Attack in Dhaka, Bangladesh

I got this from my CNN newsfeed, and you can read a bit more if you click the link in the post:

“Police exchanged gunfire with attackers in a diplomatic zone of Dhaka, Bangladesh.

Here’s what we know:

  • Gunmen are holding about 20 people hostage at Holey Artisan Bakery, a cafe popular with expatriates, cafe owner Sumon Reza told CNN.
  • An officer in charge of a nearby police station was shot dead, Maruf Hasan of the Dhaka Metropolitan Police said.
  • Police are trying to find out the demands of the gunmen, an officer in Dhaka tells CNN.
  • Assailants have thrown grenades at police, a source at the scene said.”

Bangladesh is going to hell. As the longer CNN report notes:

The attack comes on the same day a Hindu priest was hacked to death at his temple in Bangladesh’s southwestern district of Jhenaidah early Friday, police said.

That incident was the latest in a wave of murders across Bangladesh of secular bloggers, academics and religious minorities such as Hindus, Christians, Buddhists and Sufi Muslims — despite a nationwide government crackdown and the arrest of more than 14,000 people.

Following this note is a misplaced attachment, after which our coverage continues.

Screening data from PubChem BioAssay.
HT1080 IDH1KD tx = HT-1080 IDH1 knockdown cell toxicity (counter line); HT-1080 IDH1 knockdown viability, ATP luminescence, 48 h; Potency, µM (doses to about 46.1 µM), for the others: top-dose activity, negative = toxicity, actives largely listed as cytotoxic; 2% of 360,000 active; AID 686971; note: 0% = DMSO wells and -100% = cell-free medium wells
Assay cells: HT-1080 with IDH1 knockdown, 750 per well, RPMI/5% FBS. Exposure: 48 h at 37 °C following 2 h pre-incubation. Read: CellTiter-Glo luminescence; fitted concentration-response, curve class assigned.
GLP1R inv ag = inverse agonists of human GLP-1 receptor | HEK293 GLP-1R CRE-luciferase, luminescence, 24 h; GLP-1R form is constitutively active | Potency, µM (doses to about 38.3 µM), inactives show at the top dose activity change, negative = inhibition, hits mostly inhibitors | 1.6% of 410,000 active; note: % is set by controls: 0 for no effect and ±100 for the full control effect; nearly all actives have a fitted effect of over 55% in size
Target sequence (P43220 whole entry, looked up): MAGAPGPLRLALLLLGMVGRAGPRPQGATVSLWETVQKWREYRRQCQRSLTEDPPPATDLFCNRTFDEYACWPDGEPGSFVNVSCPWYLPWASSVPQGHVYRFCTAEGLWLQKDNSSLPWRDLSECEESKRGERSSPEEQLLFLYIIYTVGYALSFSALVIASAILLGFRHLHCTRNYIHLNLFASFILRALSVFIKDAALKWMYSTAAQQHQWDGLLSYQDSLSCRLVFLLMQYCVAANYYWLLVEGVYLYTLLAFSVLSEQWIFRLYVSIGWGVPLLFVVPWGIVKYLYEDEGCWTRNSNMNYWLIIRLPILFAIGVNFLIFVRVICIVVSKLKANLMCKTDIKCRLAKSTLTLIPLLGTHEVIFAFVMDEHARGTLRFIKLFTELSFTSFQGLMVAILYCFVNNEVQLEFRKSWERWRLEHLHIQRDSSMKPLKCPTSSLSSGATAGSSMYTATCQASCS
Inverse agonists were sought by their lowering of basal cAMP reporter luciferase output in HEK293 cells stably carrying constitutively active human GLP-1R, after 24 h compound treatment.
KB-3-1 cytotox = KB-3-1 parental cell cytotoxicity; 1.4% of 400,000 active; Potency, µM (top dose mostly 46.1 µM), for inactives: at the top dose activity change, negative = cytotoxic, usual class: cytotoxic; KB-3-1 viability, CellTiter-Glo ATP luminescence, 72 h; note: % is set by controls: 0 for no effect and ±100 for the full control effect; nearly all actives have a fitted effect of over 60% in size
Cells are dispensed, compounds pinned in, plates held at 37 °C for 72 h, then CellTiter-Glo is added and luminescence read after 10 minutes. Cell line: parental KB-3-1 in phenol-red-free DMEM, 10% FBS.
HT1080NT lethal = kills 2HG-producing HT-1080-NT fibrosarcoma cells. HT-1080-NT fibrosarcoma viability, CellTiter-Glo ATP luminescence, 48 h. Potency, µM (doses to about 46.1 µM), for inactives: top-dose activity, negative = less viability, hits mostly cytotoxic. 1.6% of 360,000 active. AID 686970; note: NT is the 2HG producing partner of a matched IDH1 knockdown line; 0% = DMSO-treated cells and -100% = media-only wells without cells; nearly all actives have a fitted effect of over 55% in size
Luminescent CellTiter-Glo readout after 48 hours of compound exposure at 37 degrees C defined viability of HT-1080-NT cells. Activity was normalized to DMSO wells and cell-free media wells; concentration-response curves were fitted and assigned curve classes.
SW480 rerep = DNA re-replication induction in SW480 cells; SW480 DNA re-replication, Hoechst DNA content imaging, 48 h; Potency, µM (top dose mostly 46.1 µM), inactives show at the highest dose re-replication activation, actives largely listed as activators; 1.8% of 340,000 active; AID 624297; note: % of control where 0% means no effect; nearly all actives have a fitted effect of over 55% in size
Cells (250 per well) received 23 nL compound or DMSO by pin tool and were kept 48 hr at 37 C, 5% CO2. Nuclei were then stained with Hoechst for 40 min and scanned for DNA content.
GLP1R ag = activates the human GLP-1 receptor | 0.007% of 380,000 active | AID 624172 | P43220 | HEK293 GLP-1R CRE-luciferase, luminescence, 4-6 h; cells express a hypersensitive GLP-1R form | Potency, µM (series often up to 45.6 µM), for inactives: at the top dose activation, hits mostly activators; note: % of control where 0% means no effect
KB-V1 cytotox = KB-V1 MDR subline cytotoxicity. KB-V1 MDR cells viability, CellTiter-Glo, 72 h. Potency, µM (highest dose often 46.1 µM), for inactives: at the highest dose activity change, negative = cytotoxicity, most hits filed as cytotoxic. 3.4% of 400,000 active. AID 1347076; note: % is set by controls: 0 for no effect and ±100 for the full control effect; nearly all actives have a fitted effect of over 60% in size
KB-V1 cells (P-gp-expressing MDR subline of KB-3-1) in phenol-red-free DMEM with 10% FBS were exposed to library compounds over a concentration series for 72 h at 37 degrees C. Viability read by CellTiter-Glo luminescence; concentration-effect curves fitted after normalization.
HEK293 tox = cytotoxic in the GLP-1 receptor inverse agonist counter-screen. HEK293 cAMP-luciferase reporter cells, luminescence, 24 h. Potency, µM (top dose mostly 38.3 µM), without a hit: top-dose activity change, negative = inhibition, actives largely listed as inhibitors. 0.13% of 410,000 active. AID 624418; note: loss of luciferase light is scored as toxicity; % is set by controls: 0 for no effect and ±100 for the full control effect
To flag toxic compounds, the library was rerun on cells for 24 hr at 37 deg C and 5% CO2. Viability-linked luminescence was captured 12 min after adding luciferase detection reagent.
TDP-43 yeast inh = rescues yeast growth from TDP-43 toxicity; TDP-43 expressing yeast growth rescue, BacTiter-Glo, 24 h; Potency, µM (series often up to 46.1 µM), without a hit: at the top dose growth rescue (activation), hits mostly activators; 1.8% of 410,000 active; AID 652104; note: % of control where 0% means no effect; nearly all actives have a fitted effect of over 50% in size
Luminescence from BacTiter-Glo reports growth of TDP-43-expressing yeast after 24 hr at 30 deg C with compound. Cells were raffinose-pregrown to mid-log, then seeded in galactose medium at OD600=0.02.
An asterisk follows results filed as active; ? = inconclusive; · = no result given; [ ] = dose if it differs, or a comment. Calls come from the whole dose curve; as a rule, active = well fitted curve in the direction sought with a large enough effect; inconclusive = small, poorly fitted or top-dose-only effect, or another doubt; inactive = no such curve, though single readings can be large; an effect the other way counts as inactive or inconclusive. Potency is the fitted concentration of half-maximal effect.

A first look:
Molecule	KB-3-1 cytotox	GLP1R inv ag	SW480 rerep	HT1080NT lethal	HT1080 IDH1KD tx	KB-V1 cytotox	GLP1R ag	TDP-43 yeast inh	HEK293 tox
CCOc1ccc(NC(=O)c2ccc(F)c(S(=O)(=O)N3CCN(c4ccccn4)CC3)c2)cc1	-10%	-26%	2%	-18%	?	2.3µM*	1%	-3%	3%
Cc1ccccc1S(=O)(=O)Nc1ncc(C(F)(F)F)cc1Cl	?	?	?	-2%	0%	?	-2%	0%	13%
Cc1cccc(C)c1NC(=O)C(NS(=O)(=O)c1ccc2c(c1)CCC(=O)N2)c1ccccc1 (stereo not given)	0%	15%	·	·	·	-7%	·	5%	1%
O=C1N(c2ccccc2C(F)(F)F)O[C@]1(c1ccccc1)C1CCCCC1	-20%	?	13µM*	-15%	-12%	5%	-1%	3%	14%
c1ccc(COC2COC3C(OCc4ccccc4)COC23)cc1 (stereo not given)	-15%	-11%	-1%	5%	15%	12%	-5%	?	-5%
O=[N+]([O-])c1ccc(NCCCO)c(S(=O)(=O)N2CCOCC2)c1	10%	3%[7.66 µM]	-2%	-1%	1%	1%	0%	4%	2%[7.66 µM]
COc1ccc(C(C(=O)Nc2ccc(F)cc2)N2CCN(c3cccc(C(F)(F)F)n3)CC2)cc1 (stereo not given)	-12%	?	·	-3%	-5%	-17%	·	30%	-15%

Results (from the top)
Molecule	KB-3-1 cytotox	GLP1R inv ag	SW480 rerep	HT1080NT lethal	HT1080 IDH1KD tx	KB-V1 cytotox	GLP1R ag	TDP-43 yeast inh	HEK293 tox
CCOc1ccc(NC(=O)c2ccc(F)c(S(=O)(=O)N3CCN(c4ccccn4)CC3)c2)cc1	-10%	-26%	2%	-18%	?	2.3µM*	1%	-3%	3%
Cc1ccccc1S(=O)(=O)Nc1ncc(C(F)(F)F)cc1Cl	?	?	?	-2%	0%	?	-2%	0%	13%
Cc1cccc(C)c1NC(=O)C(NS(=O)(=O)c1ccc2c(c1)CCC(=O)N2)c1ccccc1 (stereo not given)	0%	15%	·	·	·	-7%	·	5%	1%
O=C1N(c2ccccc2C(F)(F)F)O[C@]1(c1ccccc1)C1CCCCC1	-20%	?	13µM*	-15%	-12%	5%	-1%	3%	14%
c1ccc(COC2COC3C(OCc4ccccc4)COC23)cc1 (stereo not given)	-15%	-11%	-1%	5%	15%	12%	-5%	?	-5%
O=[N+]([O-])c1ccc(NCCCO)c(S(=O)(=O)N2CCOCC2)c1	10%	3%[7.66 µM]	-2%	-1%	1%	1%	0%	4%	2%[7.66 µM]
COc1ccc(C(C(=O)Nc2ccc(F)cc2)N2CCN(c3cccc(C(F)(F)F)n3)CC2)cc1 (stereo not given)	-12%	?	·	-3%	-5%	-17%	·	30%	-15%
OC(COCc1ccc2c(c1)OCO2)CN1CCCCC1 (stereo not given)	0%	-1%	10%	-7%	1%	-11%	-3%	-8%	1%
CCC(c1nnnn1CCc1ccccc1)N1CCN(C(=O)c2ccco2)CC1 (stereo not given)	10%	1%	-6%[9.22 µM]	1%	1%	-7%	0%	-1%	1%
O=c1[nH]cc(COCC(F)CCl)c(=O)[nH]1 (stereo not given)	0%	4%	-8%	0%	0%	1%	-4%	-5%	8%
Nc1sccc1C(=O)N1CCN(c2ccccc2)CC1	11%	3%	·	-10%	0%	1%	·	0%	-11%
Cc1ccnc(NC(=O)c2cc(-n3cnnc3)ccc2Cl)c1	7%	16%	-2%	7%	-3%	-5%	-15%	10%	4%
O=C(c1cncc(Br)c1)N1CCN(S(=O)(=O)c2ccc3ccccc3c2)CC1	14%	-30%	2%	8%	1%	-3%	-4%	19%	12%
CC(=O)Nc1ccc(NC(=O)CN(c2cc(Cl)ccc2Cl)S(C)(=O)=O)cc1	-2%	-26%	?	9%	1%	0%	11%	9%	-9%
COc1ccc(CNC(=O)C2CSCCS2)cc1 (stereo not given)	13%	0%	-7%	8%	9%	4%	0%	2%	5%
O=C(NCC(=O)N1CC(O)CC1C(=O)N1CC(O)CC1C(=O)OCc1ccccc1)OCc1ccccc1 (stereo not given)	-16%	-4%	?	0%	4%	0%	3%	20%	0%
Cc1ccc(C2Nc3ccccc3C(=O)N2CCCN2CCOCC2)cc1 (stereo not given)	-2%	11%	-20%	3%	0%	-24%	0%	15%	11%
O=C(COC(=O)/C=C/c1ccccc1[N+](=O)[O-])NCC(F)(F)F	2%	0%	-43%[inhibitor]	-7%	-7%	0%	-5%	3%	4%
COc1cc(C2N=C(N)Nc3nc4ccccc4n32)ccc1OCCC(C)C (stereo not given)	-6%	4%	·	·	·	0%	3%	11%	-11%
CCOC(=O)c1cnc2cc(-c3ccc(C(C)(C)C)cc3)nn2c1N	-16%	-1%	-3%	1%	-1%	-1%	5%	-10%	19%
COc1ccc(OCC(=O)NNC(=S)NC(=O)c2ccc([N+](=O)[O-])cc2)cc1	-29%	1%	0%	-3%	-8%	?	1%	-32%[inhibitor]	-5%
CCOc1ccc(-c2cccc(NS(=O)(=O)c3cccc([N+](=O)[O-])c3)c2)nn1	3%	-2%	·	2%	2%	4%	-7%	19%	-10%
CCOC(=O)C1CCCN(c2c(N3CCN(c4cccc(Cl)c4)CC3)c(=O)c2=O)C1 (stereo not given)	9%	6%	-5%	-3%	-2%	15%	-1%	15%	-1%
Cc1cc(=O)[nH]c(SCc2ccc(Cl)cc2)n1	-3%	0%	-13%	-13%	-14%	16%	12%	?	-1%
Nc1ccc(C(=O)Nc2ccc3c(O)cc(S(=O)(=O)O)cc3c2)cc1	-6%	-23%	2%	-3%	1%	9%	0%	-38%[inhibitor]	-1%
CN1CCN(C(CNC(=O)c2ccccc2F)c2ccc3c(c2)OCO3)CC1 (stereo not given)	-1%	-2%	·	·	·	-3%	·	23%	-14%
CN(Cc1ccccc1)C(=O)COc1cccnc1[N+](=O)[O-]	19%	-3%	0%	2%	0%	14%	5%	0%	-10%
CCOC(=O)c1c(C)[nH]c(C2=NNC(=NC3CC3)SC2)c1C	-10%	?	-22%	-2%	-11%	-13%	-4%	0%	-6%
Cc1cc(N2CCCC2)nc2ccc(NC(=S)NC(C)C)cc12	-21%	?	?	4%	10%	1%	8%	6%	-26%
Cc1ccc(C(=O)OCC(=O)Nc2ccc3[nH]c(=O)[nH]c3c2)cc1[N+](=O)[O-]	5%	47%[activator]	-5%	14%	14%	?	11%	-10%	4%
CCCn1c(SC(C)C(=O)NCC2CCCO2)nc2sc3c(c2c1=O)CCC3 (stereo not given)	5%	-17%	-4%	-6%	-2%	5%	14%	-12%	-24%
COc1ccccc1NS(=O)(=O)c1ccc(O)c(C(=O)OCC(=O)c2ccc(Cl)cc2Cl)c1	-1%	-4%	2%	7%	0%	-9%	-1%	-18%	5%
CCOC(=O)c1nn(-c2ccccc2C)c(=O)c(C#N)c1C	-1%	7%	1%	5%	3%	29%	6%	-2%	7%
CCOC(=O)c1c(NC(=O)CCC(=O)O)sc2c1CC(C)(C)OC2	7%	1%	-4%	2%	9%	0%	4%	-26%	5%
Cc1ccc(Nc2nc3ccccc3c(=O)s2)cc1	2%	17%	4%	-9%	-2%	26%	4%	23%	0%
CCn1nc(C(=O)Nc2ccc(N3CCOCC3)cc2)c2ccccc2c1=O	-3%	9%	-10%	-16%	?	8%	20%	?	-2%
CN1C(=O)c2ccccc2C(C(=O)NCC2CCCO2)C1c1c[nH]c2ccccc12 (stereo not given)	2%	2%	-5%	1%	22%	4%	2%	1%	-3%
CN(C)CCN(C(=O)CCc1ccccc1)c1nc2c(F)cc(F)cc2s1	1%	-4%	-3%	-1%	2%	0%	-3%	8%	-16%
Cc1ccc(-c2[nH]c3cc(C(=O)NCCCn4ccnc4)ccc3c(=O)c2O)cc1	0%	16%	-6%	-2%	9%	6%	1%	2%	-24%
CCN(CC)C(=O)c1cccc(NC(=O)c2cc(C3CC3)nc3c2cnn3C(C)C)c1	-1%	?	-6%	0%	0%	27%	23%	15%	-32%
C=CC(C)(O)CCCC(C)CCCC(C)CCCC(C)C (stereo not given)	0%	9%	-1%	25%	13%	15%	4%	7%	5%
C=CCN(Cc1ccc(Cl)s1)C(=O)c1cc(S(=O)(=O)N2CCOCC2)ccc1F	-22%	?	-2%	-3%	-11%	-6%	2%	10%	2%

The government launched an anti-militant drive across the Muslim-majority nation last month to stamp out the murders, but many of those detained are believed to be ordinary criminals and not Islamic extremists.

Home to almost 150 million Muslims, the country until recently had avoided the kind of radicalism plaguing others parts of the world. But that’s changing as the attacks seem designed to silence those to dare to criticize Islam.

One high-profile killing was the murder of Bangladeshi-American writer Avijit Roy in 2014 that occurred right outside Dhaka’s annual book fair. In April, a well-known LGBT activist and his friend were murdered.

The trend has sparked debate about the involvement of ISIS.

The group, which calls itself the Islamic State, has claimed a number of the attacks through its media affiliates, but the Bangladesh government has consistently denied any ISIS presence in the country. Other attacks have been claimed by local Islamist groups.